What Else Is Happening

  • At the Australian Open, the top seed, Ashleigh Barty, defeated Madison Keys in straight sets to become the first Australian to reach the women’s final since 1980.

  • Botticelli’s “The Man of Sorrows” was auctioned at Sotheby’s for $45.4 million.

  • Scientists have created a process that helps grown African clawed frogs regrow missing limbs, an ability they have as tadpoles.

A Morning Read

Credit…Felix Odell for The New York Times

Dozens of Swedish musicians make a living exclusively from writing tracks for K-pop — without speaking more than a few words of Korean.

“Swedes seem to have an emotional understanding of us Koreans,” Michelle Cho, a Korean songwriter, said. “They write melodies that seem to really hit our emotions.”


Credit…Sophie Garcia/Associated Press

A string of coups in Africa

It’s never a good sign when a soldier in fatigues appears on television in a live broadcast — as took place in Burkina Faso this week, above, after soldiers ousted the democratically elected president. It was the fourth coup in Africa in less than a year, after similar takeovers by the military in Mali, Guinea and Sudan.

The success of these coups points to a shift in the African political landscape: an erosion of democratic norms, said Faith Mabera, a senior researcher at the Institute for Global Dialogue in Johannesburg. The coronavirus pandemic, and its accompanying economic struggle, is another big factor, she added. Daily hardships have taken their toll on people, even when recorded deaths are lower on the continent compared with other regions.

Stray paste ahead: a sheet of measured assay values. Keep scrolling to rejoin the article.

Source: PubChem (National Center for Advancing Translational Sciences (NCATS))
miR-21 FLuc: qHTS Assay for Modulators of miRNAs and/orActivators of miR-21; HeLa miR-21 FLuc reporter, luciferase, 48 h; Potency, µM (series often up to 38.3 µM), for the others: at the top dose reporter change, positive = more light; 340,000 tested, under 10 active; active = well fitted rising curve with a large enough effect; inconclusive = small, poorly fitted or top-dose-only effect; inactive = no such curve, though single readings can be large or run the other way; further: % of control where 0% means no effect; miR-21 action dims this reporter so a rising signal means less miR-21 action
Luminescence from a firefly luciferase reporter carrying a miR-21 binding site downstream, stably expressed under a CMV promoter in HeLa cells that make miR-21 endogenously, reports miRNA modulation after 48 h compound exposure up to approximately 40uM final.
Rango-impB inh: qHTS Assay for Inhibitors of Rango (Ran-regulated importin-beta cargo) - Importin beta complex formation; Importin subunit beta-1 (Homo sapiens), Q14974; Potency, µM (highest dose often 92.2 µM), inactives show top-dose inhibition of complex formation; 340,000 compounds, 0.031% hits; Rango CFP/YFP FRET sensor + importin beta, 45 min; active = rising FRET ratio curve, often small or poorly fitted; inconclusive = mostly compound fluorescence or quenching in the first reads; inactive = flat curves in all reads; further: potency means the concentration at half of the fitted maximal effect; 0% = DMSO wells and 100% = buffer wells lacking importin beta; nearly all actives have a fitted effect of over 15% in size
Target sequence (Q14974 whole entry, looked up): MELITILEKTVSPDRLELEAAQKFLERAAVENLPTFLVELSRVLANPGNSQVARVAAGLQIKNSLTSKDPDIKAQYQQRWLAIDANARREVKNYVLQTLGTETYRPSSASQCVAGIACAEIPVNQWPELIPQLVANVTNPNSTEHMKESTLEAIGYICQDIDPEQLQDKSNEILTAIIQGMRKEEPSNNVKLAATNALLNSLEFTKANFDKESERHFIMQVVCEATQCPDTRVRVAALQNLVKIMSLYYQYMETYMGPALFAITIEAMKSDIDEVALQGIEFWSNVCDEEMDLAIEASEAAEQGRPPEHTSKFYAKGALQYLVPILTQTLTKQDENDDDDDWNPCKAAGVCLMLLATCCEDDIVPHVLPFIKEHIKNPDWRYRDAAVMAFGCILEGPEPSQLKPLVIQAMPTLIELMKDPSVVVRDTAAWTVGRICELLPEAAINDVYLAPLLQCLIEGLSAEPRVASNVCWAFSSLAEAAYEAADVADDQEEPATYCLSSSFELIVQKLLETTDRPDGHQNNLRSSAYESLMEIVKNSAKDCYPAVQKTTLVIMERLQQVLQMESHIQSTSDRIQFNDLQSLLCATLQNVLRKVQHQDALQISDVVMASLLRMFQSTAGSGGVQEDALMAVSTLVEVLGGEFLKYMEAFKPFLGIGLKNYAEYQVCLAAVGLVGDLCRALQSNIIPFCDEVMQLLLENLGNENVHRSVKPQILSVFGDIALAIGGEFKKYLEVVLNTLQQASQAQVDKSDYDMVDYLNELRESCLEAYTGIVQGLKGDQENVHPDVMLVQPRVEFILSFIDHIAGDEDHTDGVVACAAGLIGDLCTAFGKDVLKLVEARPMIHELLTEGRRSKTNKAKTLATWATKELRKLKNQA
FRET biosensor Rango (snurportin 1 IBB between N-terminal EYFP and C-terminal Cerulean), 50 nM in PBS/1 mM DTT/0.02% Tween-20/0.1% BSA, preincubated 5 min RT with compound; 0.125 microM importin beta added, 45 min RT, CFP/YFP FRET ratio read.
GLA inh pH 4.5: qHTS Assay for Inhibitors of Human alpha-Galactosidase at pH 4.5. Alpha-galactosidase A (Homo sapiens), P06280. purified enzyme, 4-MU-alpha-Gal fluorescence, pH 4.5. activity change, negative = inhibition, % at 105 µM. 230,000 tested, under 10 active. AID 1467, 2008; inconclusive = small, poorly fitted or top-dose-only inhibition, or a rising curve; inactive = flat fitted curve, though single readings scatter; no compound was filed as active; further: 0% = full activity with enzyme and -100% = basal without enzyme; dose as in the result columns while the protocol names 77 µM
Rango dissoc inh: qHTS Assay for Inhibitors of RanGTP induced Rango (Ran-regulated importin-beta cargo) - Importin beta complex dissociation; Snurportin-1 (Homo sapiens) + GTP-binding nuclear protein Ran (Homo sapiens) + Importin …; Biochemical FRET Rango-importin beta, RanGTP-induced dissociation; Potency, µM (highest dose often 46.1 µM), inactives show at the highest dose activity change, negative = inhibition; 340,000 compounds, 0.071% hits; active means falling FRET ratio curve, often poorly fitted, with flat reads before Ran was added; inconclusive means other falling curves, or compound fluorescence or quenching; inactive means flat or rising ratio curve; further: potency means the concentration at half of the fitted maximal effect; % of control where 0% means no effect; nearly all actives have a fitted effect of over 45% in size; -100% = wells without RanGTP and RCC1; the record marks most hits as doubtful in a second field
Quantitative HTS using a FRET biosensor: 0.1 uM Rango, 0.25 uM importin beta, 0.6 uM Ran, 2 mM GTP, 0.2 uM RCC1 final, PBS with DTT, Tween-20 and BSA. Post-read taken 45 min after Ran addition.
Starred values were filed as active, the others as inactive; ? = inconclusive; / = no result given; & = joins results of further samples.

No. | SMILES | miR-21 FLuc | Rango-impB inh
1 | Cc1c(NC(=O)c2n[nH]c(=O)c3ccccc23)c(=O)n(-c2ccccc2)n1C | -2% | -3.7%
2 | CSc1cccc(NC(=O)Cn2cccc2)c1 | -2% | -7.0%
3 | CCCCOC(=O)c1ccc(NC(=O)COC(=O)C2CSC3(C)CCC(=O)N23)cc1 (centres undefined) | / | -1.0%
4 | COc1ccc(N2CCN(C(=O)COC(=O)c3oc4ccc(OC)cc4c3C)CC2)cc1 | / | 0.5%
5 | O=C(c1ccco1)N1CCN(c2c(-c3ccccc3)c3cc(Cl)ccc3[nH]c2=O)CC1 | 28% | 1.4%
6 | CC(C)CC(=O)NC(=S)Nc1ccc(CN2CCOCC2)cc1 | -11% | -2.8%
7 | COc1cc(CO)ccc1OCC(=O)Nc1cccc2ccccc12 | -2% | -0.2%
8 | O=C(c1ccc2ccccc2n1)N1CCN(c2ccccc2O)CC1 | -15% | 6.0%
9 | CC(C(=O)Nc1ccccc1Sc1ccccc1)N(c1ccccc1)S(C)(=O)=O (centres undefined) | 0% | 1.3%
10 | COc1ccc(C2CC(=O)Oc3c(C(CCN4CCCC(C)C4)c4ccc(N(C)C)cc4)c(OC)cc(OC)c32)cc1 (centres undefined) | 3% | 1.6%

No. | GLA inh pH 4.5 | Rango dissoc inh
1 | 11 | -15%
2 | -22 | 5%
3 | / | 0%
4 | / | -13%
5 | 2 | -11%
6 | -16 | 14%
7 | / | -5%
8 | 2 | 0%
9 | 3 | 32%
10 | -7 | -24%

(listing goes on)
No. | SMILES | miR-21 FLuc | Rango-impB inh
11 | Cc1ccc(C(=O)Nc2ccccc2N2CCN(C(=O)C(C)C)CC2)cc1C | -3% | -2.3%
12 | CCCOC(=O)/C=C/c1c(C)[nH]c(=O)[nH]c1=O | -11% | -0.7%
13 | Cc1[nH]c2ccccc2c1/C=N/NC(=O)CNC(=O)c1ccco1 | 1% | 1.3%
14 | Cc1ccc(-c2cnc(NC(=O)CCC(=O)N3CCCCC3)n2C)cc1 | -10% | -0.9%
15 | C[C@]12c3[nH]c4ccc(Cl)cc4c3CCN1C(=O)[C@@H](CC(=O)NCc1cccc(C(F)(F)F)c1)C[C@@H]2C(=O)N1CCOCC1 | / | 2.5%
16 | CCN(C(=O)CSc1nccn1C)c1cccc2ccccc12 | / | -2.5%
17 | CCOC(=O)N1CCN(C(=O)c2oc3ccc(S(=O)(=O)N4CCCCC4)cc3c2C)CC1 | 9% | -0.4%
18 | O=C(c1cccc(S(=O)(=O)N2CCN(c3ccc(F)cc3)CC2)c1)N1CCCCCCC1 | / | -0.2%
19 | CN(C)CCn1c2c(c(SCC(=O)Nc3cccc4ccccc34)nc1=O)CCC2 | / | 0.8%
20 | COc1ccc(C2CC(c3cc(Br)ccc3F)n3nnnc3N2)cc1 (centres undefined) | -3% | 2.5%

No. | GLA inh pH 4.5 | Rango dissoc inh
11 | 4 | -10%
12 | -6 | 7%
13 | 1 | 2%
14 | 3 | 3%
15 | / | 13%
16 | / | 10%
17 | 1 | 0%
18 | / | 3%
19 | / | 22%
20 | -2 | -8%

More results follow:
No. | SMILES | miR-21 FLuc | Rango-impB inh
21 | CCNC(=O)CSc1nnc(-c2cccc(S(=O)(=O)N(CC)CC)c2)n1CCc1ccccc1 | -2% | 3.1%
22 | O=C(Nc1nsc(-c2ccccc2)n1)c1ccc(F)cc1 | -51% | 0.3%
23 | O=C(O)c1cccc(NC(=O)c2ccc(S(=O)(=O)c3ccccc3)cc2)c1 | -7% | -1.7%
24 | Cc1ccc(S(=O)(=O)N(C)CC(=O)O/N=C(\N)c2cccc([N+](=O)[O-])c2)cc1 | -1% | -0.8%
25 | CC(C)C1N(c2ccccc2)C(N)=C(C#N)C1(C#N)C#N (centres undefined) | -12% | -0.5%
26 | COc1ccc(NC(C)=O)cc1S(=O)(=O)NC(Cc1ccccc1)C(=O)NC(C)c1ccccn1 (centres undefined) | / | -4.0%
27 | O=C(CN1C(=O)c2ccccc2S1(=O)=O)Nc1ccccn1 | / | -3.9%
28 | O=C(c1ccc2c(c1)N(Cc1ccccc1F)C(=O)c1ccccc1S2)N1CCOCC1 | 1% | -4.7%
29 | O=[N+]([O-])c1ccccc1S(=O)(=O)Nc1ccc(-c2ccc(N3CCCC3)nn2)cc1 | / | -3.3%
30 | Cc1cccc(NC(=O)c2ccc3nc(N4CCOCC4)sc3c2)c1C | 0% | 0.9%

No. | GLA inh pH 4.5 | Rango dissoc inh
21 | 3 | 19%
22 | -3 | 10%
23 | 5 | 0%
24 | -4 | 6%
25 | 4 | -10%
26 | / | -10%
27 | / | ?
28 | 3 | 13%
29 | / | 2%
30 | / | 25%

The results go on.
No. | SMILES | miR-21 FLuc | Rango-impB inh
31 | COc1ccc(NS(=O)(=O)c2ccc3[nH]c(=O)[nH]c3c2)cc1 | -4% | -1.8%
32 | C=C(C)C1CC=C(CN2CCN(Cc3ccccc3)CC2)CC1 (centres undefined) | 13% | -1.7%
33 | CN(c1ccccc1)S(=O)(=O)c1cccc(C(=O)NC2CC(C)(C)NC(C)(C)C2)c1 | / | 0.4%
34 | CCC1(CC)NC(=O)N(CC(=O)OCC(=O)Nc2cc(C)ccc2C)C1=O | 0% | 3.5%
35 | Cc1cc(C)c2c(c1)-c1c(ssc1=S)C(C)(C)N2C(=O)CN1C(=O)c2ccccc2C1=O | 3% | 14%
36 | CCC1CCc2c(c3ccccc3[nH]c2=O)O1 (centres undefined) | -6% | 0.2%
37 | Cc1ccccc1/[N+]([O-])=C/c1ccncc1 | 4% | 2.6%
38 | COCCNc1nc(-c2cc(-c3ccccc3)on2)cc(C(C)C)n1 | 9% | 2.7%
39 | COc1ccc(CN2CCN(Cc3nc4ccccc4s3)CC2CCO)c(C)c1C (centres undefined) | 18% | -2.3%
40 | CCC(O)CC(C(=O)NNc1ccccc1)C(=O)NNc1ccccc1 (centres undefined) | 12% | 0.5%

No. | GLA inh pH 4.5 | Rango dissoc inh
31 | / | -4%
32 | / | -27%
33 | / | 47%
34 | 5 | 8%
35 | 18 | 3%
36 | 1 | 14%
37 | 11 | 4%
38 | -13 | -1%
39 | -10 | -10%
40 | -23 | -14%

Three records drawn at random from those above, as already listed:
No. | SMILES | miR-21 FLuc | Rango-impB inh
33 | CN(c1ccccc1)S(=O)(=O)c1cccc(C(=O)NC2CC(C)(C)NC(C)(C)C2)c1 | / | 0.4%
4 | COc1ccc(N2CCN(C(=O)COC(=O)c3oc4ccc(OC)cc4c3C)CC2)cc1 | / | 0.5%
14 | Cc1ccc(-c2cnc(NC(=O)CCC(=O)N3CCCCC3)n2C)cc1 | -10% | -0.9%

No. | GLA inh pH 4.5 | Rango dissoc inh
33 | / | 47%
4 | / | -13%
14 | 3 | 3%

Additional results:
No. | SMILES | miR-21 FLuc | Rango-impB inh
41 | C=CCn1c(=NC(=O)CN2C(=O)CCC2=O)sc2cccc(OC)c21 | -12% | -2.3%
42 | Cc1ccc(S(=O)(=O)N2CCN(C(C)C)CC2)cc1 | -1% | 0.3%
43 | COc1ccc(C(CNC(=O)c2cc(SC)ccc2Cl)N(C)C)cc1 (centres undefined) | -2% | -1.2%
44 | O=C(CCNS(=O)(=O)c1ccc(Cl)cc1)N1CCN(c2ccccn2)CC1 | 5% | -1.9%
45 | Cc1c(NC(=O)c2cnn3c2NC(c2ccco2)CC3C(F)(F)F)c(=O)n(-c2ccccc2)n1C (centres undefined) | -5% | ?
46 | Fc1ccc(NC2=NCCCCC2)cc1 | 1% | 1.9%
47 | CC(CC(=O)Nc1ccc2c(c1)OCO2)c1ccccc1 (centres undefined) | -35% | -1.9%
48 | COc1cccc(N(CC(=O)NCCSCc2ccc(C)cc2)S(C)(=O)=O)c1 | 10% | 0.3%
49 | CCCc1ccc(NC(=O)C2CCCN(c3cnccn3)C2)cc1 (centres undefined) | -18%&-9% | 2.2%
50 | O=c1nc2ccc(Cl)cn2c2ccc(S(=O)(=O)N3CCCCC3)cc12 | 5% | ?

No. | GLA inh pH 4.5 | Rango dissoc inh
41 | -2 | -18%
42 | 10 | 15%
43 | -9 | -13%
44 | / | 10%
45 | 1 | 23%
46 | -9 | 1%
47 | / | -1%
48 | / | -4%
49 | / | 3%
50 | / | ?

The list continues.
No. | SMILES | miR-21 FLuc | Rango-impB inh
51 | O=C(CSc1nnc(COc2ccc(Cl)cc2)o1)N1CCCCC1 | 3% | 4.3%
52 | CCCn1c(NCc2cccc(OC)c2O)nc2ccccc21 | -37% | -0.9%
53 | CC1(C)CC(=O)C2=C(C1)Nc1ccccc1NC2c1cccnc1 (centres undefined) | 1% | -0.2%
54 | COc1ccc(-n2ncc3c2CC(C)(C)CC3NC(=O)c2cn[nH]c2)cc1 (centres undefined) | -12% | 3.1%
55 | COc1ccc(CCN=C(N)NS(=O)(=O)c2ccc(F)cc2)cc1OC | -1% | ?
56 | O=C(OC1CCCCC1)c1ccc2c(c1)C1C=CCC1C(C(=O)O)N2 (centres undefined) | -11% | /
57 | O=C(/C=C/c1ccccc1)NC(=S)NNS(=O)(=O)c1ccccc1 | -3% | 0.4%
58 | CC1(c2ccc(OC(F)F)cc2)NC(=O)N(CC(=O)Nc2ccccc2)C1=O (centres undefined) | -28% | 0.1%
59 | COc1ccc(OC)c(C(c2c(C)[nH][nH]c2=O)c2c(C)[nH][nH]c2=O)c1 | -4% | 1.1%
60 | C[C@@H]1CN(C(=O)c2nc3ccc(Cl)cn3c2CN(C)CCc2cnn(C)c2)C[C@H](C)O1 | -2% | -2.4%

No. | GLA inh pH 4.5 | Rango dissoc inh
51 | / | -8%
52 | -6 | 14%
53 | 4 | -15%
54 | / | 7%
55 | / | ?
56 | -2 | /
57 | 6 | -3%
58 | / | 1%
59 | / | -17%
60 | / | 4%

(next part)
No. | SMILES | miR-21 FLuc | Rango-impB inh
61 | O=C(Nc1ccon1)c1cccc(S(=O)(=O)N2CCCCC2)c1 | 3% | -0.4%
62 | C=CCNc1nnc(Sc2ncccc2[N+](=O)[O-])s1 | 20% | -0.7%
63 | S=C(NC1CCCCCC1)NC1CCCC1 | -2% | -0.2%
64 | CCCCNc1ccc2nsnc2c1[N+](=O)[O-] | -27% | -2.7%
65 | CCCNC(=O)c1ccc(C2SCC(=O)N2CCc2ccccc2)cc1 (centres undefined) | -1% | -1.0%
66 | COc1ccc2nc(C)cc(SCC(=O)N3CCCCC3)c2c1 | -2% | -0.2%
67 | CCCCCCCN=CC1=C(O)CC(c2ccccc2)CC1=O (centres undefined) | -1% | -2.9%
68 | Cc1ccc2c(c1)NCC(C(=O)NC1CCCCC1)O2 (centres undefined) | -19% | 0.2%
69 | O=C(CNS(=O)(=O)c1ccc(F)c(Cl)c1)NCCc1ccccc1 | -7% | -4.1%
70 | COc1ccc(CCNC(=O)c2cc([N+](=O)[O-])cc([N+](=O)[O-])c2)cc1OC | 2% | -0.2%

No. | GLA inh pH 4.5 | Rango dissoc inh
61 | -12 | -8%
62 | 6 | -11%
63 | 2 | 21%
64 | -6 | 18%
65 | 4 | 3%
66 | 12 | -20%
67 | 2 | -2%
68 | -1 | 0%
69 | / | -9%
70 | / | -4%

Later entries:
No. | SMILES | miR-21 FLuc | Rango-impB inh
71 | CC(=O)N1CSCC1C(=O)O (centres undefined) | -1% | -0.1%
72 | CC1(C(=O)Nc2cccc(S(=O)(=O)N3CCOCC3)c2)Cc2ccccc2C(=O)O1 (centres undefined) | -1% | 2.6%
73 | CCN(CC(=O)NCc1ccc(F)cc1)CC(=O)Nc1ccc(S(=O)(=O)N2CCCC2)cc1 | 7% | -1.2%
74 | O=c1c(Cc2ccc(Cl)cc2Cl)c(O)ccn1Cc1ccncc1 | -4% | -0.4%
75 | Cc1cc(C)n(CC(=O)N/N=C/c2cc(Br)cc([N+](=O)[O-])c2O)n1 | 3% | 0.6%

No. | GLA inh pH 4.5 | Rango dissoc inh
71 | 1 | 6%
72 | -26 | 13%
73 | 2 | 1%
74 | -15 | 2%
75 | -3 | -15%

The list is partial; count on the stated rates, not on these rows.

Other everyday concerns can determine whether the public will support a coup. In Burkina Faso, for example, the ever-present threat of an Islamist insurgency fueled unease. In Mali, where two coups occurred within a year, citizens seem to have resigned themselves to a military-led government after a civilian government failed to provide basics, like a working economy, peace and security.

Mali and Burkina Faso are part of the Sahel region, where soldiers have been trained and well equipped by France, the U.S. and other countries as part of an intervention against terrorism. The soldier who declared himself the new leader of Guinea was trained by American Green Berets.

Coup plotters have also been emboldened by a lack of consequences. “There’sa failure of regional bodies and international partners to actually anticipate and respond to an evolving coup playbook,” Mabera said.


What to Cook

Credit…Tara Donne for The New York Times. Food Stylist: LIza Jernow.

A well-seasoned veggie burger, built with a mix of vegetables and grains, tends to be more interesting and delicious than high-tech meat analogues.

What to Watch

Adrien Brody plays a community do-gooder with a not-so-pristine past in “Clean,” an action film directed by Paul Solet.


Do Neti pots really work? Here’s what the science says.

Now Time to Play

Here’s today’s Mini Crossword, and a clue: Move like honey (four letters).

And here is the Spelling Bee.

You can find all our puzzles here.

That’s it for today’s briefing. See you next week. — Natasha

P.S. Our travel editor joined “NBC News Now” to talk about the new 52 Places list.

The latest episode of “The Daily” is about the U.S. Supreme Court.

Lynsey Chutel wrote the Arts and Ideas section. You can reach Natasha and the team at [email protected].

Back to top button